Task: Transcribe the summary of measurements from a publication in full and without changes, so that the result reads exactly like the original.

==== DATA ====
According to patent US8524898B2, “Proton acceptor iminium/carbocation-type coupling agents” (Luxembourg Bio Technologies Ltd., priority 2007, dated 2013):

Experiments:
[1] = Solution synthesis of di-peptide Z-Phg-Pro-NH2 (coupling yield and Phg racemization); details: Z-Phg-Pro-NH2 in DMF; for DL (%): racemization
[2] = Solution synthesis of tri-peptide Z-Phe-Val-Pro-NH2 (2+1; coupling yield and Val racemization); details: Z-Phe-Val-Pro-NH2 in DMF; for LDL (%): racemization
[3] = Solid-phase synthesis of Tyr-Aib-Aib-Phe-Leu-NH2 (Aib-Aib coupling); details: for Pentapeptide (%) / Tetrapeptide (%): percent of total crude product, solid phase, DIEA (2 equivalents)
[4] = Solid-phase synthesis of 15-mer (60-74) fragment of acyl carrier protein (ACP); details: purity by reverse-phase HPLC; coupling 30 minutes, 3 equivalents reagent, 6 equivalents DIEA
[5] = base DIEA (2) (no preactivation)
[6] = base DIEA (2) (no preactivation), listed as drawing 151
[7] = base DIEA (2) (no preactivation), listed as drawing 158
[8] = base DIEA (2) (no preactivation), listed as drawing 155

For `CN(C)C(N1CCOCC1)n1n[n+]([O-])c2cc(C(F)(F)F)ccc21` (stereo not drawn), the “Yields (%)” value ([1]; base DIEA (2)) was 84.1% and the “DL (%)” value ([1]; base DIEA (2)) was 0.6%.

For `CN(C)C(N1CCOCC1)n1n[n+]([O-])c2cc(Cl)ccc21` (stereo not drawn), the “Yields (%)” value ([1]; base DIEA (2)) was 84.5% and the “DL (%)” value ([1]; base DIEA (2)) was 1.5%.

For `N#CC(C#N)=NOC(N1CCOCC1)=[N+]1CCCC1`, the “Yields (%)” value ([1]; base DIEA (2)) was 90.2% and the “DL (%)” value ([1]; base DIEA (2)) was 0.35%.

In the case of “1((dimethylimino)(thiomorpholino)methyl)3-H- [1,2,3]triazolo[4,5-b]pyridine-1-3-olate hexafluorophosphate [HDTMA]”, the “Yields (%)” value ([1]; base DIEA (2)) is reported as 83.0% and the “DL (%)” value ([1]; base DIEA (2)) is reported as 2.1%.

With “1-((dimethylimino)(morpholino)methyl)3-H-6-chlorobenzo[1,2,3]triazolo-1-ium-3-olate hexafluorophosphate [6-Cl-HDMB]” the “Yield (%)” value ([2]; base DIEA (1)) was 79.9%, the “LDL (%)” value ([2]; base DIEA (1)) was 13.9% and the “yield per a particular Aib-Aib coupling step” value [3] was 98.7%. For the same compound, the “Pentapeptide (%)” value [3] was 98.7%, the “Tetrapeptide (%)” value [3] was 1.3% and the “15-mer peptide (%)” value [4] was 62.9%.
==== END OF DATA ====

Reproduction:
According to patent US8524898B2, “Proton acceptor iminium/carbocation-type coupling agents” (Luxembourg Bio Technologies Ltd., priority 2007, dated 2013):

Experiments:
[1] = Solution synthesis of di-peptide Z-Phg-Pro-NH2 (coupling yield and Phg racemization); details: Z-Phg-Pro-NH2 in DMF; for DL (%): racemization
[2] = Solution synthesis of tri-peptide Z-Phe-Val-Pro-NH2 (2+1; coupling yield and Val racemization); details: Z-Phe-Val-Pro-NH2 in DMF; for LDL (%): racemization
[3] = Solid-phase synthesis of Tyr-Aib-Aib-Phe-Leu-NH2 (Aib-Aib coupling); details: for Pentapeptide (%) / Tetrapeptide (%): percent of total crude product, solid phase, DIEA (2 equivalents)
[4] = Solid-phase synthesis of 15-mer (60-74) fragment of acyl carrier protein (ACP); details: purity by reverse-phase HPLC; coupling 30 minutes, 3 equivalents reagent, 6 equivalents DIEA
[5] = base DIEA (2) (no preactivation)
[6] = base DIEA (2) (no preactivation), listed as drawing 151
[7] = base DIEA (2) (no preactivation), listed as drawing 158
[8] = base DIEA (2) (no preactivation), listed as drawing 155

For `CN(C)C(N1CCOCC1)n1n[n+]([O-])c2cc(C(F)(F)F)ccc21` (stereo not drawn), the “Yields (%)” value ([1]; base DIEA (2)) was 84.1% and the “DL (%)” value ([1]; base DIEA (2)) was 0.6%.

For `CN(C)C(N1CCOCC1)n1n[n+]([O-])c2cc(Cl)ccc21` (stereo not drawn), the “Yields (%)” value ([1]; base DIEA (2)) was 84.5% and the “DL (%)” value ([1]; base DIEA (2)) was 1.5%.

For `N#CC(C#N)=NOC(N1CCOCC1)=[N+]1CCCC1`, the “Yields (%)” value ([1]; base DIEA (2)) was 90.2% and the “DL (%)” value ([1]; base DIEA (2)) was 0.35%.

In the case of “1((dimethylimino)(thiomorpholino)methyl)3-H- [1,2,3]triazolo[4,5-b]pyridine-1-3-olate hexafluorophosphate [HDTMA]”, the “Yields (%)” value ([1]; base DIEA (2)) is reported as 83.0% and the “DL (%)” value ([1]; base DIEA (2)) is reported as 2.1%.

With “1-((dimethylimino)(morpholino)methyl)3-H-6-chlorobenzo[1,2,3]triazolo-1-ium-3-olate hexafluorophosphate [6-Cl-HDMB]” the “Yield (%)” value ([2]; base DIEA (1)) was 79.9%, the “LDL (%)” value ([2]; base DIEA (1)) was 13.9% and the “yield per a particular Aib-Aib coupling step” value [3] was 98.7%. For the same compound, the “Pentapeptide (%)” value [3] was 98.7%, the “Tetrapeptide (%)” value [3] was 1.3% and the “15-mer peptide (%)” value [4] was 62.9%.